Synonyms: Sambucus racemosa ssp. pubens var. melanocarpa, Sambucus racemosa var. melanocarpa
The photo above shows black elederberry as seen at the Hat Pt. Lookout Tower in Hell's Canyon National Recreation Area...................June 26, 2007.
Black elderberry is a tall shrub to small tree with one to many stems arising from the base to 1-4 meters in height. The twigs are thick with soft wood and a pithy central area. The outer surface of the younger twigs is often glaucous. The leaves are pinnately-compound with 5-7 elliptic to lanceolate leaflets which taper to a point at the tip and are rounded, but somewhat asymmetrical at their base. The leaves are a shiny green above and a duller green with pubescence below. The leaflets range from 5-15 cm long.
The inflorescence is a hemispheric panicle that is rounded on top, broader than long, and somewhat like an umbel, but not as broad as the inflorescence of blue elderberry. The creamy or white flowers are 3-6 mm across with the corolla lobes spreading to somewhat reflexed. The fruit are shiny black or purple-black berries.
The black elderberry contains high levels of hydrocyanic acid which can lead to cyanide poisoning if consumed. I've seen some books that say the berries are safe to consume if the the seeds are strained out, but I would caution not to eat the fruits of this plant!
The various species of elderberry are all suitable as large shrubs for native woodland or riparian plantings. Be aware however, that birds upon eating the fruits, will soon be spreading the seeds to new, hopefully desirable locations!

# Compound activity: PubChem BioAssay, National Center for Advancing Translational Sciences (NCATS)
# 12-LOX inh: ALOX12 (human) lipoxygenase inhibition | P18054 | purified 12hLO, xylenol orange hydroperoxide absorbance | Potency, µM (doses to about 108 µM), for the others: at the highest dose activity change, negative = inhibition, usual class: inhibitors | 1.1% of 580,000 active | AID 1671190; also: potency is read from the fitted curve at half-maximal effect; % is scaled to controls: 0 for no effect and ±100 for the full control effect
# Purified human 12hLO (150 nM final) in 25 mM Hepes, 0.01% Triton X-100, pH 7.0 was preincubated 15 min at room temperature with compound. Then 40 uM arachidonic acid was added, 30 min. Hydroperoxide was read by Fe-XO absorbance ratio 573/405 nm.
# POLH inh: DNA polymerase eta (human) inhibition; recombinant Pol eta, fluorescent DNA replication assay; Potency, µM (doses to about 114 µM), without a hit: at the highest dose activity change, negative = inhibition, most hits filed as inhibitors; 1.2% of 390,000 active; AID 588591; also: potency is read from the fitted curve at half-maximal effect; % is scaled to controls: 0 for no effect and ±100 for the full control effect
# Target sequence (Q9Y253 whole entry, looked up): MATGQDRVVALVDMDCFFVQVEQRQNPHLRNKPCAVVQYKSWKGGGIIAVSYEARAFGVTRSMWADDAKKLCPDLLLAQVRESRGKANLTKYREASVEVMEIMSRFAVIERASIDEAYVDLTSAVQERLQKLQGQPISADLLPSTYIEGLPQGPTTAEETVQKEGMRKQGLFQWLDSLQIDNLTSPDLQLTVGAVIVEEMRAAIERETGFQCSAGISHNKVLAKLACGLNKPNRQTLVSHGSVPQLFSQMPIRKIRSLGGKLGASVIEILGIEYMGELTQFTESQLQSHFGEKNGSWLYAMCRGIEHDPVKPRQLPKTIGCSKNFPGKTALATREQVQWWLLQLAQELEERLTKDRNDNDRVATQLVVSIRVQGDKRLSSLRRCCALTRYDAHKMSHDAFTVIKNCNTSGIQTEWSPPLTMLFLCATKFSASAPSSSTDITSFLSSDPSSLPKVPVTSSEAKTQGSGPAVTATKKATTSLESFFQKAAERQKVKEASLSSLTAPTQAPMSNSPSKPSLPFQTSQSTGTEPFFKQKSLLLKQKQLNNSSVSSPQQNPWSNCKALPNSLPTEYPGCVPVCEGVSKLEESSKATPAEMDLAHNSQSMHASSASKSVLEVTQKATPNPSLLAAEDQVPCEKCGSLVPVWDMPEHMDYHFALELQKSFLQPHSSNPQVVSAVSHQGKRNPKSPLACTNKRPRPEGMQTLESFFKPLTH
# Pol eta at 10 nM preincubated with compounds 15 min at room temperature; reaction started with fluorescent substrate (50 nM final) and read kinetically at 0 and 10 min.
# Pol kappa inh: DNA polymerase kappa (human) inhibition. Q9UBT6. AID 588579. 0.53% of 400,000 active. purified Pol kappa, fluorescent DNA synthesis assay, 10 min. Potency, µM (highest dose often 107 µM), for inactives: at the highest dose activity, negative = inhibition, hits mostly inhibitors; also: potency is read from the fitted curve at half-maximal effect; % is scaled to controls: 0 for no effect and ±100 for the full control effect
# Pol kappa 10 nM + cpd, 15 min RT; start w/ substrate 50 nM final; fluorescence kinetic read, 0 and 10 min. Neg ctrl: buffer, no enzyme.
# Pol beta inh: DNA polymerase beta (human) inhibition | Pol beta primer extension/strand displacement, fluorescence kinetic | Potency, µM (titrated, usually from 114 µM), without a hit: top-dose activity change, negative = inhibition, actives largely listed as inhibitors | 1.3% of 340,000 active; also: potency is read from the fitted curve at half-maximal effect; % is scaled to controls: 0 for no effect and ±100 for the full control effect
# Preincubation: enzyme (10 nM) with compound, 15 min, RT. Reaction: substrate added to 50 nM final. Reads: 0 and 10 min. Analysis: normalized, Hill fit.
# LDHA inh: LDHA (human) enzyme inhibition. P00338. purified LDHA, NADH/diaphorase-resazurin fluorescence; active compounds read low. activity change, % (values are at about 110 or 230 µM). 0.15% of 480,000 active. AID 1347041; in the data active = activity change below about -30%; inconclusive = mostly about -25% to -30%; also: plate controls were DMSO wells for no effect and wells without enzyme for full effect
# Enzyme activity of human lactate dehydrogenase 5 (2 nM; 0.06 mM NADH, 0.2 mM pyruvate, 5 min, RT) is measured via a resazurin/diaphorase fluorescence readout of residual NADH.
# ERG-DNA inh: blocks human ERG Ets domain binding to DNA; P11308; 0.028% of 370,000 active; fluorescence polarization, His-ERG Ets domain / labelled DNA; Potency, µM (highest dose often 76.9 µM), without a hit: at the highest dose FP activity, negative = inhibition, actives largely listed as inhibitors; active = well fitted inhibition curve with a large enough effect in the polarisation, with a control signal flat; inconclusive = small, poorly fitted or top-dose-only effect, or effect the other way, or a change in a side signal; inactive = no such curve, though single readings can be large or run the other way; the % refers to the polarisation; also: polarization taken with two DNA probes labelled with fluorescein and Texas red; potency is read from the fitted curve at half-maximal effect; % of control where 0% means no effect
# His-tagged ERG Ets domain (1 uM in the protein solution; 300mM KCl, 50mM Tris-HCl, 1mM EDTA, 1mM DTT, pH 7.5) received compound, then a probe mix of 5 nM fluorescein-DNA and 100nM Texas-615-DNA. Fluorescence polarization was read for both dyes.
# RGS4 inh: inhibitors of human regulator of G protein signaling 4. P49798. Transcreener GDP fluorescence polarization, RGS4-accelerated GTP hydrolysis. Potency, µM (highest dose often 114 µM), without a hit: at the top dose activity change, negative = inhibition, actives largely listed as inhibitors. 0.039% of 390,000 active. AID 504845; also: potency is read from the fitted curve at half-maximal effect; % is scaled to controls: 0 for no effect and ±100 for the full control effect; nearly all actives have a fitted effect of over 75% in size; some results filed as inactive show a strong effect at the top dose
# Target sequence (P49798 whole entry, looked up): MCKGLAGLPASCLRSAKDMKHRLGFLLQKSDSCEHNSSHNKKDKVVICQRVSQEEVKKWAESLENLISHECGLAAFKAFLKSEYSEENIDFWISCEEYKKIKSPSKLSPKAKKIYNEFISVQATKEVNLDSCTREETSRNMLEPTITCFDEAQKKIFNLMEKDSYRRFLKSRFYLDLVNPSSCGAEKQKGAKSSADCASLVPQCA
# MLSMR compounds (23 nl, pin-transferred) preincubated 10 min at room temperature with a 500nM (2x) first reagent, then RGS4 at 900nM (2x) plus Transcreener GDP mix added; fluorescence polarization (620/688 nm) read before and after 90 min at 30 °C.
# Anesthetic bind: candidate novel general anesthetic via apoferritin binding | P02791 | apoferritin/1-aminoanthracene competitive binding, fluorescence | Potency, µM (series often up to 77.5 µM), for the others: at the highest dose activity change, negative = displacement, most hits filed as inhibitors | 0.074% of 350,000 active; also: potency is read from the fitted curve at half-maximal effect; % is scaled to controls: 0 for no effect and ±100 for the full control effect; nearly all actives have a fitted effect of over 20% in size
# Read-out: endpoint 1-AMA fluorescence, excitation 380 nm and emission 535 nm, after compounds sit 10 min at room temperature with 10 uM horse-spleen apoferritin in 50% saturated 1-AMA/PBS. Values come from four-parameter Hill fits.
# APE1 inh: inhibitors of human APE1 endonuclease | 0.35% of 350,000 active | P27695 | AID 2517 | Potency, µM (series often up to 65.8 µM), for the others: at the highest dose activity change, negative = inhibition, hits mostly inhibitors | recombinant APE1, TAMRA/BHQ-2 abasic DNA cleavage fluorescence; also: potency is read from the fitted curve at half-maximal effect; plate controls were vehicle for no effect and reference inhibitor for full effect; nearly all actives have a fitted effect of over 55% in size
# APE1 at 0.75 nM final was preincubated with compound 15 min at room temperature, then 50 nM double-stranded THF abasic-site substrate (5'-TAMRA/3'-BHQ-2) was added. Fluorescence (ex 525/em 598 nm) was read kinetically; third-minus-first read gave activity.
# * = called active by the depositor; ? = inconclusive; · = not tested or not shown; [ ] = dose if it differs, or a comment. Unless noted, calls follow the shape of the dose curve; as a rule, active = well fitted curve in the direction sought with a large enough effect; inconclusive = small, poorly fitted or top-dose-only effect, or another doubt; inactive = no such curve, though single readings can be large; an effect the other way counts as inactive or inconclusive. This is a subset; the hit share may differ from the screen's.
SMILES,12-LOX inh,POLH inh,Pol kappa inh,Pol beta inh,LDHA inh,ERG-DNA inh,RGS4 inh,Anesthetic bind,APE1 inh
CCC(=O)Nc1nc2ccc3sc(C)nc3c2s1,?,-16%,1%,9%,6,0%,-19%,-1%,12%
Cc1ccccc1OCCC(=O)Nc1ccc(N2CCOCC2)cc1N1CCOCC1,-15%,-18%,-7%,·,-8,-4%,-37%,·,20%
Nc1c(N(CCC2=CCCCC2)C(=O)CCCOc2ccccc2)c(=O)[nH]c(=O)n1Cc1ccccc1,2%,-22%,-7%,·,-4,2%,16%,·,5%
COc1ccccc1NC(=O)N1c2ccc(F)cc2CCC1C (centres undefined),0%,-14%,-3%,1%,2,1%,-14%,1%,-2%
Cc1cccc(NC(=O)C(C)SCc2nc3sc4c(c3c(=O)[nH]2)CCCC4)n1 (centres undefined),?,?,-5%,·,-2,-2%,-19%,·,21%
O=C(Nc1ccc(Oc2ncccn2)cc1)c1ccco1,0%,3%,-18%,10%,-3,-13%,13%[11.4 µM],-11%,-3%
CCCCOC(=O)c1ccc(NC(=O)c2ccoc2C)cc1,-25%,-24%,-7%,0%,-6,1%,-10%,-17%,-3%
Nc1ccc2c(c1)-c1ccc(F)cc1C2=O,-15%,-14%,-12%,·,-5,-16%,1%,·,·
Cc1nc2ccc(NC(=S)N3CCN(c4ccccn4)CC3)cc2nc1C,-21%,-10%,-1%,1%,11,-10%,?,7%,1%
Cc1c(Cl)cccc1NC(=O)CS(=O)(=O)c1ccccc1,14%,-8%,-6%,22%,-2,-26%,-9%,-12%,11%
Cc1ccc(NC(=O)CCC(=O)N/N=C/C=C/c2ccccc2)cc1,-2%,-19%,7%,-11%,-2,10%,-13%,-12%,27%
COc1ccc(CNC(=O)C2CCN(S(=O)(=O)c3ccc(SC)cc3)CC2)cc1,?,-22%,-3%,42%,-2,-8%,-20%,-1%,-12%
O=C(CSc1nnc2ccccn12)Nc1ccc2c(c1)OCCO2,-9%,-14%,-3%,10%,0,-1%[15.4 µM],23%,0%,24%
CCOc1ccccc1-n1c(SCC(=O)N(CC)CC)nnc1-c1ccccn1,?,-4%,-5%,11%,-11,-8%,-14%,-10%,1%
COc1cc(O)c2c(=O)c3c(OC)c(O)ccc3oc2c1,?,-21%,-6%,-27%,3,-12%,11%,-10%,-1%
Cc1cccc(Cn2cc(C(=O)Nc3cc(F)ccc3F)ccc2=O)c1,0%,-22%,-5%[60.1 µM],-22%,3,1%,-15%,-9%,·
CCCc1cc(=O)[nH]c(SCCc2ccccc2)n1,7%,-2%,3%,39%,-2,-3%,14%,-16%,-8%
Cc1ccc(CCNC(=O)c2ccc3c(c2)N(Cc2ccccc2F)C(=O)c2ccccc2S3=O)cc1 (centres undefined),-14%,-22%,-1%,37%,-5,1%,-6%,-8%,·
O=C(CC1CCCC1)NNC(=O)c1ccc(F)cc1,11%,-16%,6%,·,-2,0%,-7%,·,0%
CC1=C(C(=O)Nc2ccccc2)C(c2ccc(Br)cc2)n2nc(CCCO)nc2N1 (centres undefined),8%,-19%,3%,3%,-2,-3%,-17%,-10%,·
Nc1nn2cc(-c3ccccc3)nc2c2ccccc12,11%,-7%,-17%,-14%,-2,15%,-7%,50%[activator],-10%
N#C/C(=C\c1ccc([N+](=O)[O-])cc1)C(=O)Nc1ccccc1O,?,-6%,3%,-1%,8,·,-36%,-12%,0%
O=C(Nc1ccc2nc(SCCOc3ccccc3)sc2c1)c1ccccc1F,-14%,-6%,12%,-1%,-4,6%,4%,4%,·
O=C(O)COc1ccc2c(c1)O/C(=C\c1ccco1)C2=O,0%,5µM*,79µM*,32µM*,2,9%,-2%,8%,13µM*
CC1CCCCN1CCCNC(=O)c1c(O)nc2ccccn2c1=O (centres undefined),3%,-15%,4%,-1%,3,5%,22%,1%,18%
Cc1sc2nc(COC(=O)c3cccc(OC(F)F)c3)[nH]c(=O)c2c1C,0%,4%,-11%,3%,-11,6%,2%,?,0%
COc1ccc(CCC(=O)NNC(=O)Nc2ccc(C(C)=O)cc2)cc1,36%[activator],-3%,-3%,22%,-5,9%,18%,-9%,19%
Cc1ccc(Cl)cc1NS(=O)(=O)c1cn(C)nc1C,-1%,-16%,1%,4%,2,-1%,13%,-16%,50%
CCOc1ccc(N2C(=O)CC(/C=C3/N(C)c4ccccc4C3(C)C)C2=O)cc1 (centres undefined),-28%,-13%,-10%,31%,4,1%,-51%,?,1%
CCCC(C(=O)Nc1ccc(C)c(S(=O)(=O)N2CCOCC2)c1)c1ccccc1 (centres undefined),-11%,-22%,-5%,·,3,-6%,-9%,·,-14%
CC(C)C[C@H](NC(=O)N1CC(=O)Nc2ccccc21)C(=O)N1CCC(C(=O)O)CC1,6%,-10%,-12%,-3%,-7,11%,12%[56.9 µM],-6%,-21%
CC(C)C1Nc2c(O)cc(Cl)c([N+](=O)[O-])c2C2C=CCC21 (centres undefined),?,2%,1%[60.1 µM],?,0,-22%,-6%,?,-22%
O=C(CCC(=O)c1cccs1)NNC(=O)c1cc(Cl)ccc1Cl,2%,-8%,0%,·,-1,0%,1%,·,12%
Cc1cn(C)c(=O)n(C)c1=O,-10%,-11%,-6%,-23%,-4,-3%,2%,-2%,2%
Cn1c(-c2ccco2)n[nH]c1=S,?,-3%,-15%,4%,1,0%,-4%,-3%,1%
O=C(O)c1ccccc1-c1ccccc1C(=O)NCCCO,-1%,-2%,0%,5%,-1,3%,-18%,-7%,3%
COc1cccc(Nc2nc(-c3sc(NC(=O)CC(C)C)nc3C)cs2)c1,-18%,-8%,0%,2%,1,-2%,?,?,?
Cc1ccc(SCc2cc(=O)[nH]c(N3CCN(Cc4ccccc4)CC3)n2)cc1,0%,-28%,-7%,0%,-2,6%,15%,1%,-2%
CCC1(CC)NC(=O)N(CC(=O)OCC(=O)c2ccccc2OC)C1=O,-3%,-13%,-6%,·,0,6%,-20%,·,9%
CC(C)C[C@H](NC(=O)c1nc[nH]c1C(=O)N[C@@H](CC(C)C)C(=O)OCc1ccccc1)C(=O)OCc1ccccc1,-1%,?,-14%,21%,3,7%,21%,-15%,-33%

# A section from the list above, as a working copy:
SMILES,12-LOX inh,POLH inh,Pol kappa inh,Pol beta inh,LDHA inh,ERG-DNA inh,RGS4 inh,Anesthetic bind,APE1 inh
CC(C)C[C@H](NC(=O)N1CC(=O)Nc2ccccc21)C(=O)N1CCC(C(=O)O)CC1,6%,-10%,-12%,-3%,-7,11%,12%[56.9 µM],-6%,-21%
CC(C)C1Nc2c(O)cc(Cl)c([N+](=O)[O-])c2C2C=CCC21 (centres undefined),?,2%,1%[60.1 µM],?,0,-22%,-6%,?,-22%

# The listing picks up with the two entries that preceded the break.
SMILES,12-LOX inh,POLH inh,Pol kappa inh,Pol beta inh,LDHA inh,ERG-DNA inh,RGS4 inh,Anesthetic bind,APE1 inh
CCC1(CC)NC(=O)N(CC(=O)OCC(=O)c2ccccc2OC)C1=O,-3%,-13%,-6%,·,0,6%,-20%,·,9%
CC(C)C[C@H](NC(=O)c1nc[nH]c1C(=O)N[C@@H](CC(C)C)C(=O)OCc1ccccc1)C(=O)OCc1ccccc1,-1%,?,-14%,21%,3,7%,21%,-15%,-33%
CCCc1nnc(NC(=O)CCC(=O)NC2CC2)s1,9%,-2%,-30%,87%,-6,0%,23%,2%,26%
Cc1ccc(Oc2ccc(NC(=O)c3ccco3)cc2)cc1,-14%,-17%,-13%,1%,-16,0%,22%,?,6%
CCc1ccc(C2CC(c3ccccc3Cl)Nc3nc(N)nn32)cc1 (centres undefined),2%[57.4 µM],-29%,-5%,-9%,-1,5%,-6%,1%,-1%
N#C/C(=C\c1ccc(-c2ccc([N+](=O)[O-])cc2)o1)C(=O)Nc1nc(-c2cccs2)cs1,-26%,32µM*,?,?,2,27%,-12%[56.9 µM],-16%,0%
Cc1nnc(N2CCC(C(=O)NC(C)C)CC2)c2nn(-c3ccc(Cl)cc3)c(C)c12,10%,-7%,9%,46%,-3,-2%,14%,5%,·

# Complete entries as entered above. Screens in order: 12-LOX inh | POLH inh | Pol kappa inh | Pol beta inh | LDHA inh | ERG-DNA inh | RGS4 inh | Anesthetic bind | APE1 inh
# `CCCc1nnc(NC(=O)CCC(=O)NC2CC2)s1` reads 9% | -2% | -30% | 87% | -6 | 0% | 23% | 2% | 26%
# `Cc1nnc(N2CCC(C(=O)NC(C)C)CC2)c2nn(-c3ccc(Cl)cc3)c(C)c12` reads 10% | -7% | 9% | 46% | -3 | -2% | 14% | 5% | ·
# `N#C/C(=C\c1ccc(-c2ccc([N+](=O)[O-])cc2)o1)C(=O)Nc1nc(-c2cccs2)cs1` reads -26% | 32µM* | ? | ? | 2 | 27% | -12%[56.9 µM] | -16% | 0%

Black elderberry may be found in moist woods, moist roadside ditches, and riparian areas.
Black elderberry may be found from central British Columbia south to the east of the Cascade Mts to the eastern slopes of the Sierra Nevada Mts in California and east to Alberta and south through the Rocky Mts to Nevada, and northern Arizona and northern New Mexico.
Red Elderberry: Sambucus racemosa var. arborescens - Fruits mostly bright red. Leaflets pubescent beneath (often only on the midrib or main veins). Found primarily west of the Cascade crest.
Blue Elderberry: Sambucus cerulea -
-----Both of these photos show black elderberry as seen in bloom in moist, open forest directly to the west of Misery Campground in the Umatilla N.F. of southeastern Washington...................July 7, 2008. Click each photo to see enlarged versions.
The photo above shows another view of black elederberry as seen at the Hat Pt. Lookout Tower in Hell's Canyon National Recreation Area...................June 26, 2007.